iPods & Hearing Loss

Apple Computer, faced with research, complaints, and litigation claiming that the iPod can cause hearing loss, issued a new software update on March 29 that limits the personal maximum volume level of the iPod Nano and iPod models with video-playback capabilities. The free download, available at www.apple.com/ipod/download, prevents the player from outputting its potentially damaging maximum volume of 115dB. Parents can also use the feature to set volume limits on their child's iPod, and lock settings with coded combinations.

Apple's action was impelled by far more than a lawsuit. According to a recent nationwide telephone poll, more than half of the high school students surveyed report at least one symptom of hearing loss. The results of the poll, scientifically conducted by Zogby International, were released on March 14 at a panel discussion of national lawmakers and hearing experts. Convened by the American Speech-Language-Hearing Association (ASHA)—the professional, scientific, and credentialing association for more than 123,000 member and affiliate audiologists, speech-language pathologists, and speech, language, and hearing scientists—the panel was held at the National Press Club in Washington, DC.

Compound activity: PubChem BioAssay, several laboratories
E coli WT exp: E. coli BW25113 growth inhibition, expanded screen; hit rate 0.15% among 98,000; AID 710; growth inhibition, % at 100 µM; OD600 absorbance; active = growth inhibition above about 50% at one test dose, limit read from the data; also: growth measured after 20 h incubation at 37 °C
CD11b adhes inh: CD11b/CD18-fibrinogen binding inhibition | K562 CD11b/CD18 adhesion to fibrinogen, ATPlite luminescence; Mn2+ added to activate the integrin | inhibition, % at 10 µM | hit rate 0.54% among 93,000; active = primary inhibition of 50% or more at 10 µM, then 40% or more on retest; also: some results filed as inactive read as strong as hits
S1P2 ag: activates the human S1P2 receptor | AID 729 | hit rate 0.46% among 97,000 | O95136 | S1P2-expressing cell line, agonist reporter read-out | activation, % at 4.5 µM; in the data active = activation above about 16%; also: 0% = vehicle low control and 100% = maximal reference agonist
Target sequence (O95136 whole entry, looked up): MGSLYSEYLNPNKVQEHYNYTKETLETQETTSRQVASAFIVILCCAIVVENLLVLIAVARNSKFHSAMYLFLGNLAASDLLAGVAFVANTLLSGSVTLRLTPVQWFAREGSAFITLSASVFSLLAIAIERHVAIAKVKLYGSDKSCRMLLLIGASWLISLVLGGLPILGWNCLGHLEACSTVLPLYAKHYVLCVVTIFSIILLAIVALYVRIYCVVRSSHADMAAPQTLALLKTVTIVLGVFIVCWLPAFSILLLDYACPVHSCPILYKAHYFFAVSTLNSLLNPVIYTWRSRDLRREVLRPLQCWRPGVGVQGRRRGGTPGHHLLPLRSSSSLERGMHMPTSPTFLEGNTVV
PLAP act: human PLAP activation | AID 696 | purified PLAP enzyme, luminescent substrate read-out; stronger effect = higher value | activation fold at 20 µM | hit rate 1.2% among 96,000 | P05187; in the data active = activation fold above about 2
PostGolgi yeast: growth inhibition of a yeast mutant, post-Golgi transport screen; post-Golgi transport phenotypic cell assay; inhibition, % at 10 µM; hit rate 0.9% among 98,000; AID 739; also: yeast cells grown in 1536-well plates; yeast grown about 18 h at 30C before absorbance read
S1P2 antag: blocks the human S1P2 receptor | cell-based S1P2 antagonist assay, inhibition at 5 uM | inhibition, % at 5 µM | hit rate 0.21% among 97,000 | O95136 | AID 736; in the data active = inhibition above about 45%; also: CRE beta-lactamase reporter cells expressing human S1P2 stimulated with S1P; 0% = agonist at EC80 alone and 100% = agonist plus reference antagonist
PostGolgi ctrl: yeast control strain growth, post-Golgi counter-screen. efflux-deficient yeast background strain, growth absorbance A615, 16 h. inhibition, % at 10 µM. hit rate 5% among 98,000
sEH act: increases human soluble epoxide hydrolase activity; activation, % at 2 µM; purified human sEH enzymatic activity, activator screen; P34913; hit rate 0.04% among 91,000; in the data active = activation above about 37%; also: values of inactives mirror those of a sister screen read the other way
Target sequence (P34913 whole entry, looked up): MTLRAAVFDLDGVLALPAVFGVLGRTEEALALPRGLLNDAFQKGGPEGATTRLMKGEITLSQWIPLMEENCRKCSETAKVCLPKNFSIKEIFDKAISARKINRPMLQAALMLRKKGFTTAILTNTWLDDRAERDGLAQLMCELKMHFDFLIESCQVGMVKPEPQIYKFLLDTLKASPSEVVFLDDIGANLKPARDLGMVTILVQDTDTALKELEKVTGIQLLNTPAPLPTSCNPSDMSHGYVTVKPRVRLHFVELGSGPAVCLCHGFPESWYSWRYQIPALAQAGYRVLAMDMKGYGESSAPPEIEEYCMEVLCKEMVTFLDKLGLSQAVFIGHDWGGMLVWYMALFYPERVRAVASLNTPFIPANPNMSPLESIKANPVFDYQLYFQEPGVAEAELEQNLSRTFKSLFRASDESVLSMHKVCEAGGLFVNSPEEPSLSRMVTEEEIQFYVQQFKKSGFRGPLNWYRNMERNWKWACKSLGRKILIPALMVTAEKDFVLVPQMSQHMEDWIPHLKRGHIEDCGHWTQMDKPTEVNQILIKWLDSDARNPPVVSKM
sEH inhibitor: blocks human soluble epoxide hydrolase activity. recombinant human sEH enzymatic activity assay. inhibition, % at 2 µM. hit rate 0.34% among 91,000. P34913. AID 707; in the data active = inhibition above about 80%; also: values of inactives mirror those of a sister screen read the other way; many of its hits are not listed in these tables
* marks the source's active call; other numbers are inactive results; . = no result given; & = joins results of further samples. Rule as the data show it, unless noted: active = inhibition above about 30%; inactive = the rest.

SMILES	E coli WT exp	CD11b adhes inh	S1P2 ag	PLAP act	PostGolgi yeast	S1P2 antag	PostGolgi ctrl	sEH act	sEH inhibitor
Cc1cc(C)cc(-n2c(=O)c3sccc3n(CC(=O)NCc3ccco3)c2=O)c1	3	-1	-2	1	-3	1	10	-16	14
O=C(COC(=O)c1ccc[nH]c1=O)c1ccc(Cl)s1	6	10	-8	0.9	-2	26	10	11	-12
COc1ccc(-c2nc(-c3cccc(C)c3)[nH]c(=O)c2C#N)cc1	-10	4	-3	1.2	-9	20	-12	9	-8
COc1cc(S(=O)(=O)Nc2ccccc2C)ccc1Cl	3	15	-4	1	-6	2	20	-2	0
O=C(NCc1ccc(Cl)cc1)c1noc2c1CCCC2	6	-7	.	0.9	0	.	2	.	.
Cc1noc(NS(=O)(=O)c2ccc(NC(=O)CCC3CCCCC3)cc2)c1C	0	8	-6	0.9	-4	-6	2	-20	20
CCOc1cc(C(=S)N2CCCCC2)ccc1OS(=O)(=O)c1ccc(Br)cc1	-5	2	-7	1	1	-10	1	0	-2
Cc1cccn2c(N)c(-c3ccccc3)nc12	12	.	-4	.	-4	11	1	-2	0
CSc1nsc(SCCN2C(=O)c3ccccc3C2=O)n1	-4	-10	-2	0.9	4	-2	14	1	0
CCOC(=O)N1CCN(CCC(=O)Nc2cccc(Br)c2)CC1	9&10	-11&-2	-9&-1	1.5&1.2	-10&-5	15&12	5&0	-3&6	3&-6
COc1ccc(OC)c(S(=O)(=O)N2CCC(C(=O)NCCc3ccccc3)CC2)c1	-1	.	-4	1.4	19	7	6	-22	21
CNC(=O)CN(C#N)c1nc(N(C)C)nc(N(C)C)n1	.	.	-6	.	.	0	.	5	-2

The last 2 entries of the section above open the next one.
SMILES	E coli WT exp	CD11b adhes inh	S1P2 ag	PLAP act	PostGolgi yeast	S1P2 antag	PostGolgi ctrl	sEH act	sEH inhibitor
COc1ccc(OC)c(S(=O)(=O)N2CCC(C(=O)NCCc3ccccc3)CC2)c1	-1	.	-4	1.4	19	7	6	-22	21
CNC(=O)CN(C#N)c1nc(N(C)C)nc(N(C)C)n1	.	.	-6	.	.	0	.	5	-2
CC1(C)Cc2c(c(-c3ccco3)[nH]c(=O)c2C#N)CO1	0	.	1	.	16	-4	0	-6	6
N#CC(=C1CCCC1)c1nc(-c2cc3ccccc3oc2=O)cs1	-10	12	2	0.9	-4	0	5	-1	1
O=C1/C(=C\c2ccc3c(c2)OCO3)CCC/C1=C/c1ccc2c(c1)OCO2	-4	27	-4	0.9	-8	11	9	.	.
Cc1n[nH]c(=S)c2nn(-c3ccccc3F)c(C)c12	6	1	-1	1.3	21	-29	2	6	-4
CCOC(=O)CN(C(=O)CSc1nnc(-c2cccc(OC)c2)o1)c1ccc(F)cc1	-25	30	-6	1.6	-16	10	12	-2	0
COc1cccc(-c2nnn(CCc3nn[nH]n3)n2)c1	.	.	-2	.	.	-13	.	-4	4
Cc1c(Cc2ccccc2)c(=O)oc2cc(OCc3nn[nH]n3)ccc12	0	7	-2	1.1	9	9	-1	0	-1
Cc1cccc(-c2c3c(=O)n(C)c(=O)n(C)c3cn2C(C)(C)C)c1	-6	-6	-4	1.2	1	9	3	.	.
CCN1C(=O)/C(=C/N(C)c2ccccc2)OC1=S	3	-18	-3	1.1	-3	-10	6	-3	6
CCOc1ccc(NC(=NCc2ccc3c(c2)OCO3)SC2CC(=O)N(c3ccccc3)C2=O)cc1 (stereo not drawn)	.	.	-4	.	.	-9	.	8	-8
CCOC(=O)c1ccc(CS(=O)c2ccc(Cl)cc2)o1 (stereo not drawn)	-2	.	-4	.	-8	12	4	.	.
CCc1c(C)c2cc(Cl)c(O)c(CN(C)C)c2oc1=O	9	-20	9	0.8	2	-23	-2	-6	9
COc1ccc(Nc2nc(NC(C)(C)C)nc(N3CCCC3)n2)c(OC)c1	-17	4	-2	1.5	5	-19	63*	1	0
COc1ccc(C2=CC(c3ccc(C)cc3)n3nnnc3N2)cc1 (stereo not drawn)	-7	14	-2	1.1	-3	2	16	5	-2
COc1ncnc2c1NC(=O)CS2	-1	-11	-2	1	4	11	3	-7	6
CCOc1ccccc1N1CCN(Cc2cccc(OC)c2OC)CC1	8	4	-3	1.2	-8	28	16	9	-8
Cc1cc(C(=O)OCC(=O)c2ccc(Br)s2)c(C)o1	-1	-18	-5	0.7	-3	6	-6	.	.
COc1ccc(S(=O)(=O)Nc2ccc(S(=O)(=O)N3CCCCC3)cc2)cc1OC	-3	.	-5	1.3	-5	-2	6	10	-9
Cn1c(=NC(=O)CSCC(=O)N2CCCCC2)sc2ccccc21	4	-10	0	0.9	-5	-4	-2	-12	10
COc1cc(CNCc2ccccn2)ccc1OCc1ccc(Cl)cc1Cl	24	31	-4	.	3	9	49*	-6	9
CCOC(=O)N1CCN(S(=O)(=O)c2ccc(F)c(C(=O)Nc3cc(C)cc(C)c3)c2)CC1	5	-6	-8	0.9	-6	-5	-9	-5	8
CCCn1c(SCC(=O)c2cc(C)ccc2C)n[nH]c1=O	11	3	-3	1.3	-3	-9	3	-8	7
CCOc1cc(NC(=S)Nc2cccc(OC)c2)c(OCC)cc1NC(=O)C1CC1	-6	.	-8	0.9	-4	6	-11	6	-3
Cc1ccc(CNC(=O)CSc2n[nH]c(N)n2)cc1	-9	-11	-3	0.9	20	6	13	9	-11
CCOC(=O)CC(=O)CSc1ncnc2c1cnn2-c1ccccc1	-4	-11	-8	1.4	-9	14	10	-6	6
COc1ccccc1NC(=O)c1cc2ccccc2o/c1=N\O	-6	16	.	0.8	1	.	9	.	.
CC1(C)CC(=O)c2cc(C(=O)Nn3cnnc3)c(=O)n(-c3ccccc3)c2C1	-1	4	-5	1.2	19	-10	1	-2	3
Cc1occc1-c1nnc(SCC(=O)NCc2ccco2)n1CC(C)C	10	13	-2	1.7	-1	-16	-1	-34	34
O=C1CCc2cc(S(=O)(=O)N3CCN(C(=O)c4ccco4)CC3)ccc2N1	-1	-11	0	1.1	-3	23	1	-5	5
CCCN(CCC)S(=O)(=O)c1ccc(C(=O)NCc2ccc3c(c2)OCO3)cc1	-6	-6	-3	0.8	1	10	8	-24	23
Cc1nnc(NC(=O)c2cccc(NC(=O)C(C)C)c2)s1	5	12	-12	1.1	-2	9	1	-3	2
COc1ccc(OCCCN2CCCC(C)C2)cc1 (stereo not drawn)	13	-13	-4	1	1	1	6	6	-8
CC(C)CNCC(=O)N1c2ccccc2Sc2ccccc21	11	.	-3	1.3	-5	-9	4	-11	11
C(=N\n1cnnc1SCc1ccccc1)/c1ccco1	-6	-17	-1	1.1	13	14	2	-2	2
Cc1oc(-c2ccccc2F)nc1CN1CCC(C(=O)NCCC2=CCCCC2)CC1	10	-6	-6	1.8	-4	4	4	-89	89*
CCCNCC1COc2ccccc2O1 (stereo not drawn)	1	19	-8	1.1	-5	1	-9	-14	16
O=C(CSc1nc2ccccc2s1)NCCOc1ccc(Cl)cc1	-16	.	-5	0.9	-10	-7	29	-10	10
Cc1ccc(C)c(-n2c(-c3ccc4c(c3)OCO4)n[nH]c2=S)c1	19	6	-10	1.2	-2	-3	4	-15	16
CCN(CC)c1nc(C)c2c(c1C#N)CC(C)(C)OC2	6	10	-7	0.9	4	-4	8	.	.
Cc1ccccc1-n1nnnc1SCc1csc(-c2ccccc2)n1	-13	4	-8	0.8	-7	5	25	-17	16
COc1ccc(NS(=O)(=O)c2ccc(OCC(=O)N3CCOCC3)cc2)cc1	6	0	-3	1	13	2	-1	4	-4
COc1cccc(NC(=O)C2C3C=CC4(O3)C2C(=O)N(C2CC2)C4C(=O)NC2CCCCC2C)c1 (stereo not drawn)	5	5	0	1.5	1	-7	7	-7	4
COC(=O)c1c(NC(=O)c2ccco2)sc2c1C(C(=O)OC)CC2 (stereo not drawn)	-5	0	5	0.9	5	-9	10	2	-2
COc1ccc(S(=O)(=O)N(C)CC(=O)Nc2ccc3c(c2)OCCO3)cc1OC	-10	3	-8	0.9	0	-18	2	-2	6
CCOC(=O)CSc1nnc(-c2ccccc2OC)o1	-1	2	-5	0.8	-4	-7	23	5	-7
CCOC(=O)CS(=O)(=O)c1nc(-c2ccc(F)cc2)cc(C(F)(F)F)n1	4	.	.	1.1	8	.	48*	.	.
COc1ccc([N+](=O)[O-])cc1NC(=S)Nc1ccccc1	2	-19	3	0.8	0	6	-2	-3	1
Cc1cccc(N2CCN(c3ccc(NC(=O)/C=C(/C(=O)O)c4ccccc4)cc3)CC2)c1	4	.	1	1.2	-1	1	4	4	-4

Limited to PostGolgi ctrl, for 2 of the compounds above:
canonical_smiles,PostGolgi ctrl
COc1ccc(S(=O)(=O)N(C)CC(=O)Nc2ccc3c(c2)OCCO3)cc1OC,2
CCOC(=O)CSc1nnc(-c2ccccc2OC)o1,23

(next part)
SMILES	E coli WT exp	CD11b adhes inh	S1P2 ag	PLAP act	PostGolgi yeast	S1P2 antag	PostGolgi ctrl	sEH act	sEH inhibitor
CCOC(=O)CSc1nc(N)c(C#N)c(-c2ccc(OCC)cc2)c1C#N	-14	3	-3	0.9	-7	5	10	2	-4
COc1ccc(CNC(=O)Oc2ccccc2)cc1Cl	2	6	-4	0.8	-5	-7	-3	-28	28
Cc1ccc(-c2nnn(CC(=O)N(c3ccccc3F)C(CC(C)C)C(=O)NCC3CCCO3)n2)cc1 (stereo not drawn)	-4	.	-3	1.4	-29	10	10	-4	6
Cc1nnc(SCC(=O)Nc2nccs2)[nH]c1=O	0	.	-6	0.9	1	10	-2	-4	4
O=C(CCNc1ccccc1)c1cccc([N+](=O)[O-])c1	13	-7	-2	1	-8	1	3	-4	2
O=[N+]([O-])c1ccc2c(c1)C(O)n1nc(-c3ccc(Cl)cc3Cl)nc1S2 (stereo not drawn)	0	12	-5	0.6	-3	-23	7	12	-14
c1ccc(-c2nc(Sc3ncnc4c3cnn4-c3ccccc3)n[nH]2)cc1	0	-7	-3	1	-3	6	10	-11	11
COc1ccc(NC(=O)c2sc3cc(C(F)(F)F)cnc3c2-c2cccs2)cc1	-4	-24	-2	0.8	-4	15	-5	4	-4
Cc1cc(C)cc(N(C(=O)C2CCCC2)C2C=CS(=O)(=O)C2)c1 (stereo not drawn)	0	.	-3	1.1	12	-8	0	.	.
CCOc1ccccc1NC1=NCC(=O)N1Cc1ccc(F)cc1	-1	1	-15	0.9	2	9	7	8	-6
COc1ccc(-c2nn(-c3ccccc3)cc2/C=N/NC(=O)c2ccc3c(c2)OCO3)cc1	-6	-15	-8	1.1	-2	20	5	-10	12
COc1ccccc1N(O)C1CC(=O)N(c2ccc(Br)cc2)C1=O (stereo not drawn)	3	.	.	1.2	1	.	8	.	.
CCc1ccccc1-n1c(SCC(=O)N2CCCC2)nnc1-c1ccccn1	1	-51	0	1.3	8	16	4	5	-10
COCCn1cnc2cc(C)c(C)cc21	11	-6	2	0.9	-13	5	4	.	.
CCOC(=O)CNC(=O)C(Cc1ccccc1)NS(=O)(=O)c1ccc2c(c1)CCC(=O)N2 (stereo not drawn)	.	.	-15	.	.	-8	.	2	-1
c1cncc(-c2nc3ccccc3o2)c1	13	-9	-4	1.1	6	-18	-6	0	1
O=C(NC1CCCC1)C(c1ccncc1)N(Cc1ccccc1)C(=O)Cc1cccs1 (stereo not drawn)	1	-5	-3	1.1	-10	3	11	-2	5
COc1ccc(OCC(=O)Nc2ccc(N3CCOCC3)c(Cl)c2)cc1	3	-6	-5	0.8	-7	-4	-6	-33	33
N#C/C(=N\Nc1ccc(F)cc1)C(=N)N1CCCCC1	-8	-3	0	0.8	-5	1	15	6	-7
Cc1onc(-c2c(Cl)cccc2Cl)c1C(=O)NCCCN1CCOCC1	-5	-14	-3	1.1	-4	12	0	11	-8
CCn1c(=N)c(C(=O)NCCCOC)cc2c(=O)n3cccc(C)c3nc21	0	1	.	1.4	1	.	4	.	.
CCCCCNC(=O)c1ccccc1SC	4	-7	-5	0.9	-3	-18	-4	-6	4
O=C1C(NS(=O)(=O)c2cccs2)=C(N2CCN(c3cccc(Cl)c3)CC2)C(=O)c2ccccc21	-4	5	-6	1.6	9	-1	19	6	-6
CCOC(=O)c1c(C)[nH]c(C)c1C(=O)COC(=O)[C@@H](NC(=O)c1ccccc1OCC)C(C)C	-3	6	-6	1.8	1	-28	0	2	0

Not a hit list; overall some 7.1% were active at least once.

The poll looked at the usage habits of high school students and adults who use portable audio devices equipped with earphones, including the iPod, other MP3 players, portable DVD players, and cell phones. The poll also probed the public's views about potential hearing loss from such devices, and what people believed would be the most effective way to convey a hearing-loss prevention message to consumers.

The polling found that high school students are more likely than adults to say they have experienced three of the four symptoms of hearing loss: turning up the volume on their TV or radio (28% students vs 26% adults); saying "What?" or "Huh?" during normal conversation (29% students, 21% adults); and having tinnitus or ringing in the ears (17% students, 12% adults). Less than half of the students (49%) say they have experienced none of the symptoms, compared to 63% of adults who claim to be symptom-free.

The national telephone survey of 301 high school students has a margin of error of ±5.8%. The separate survey of 1000 adults has a margin of error of ±3.2%. Margins of error were higher in subgroups.

Though a telephone poll can neither test for hearing loss nor conclusively determine the cause of symptoms, the study reveals that two-fifths of students and adults believe they set the volume on their iPods at "loud." Students are twice as likely as adults (13% vs 6%) to play such devices "very loud."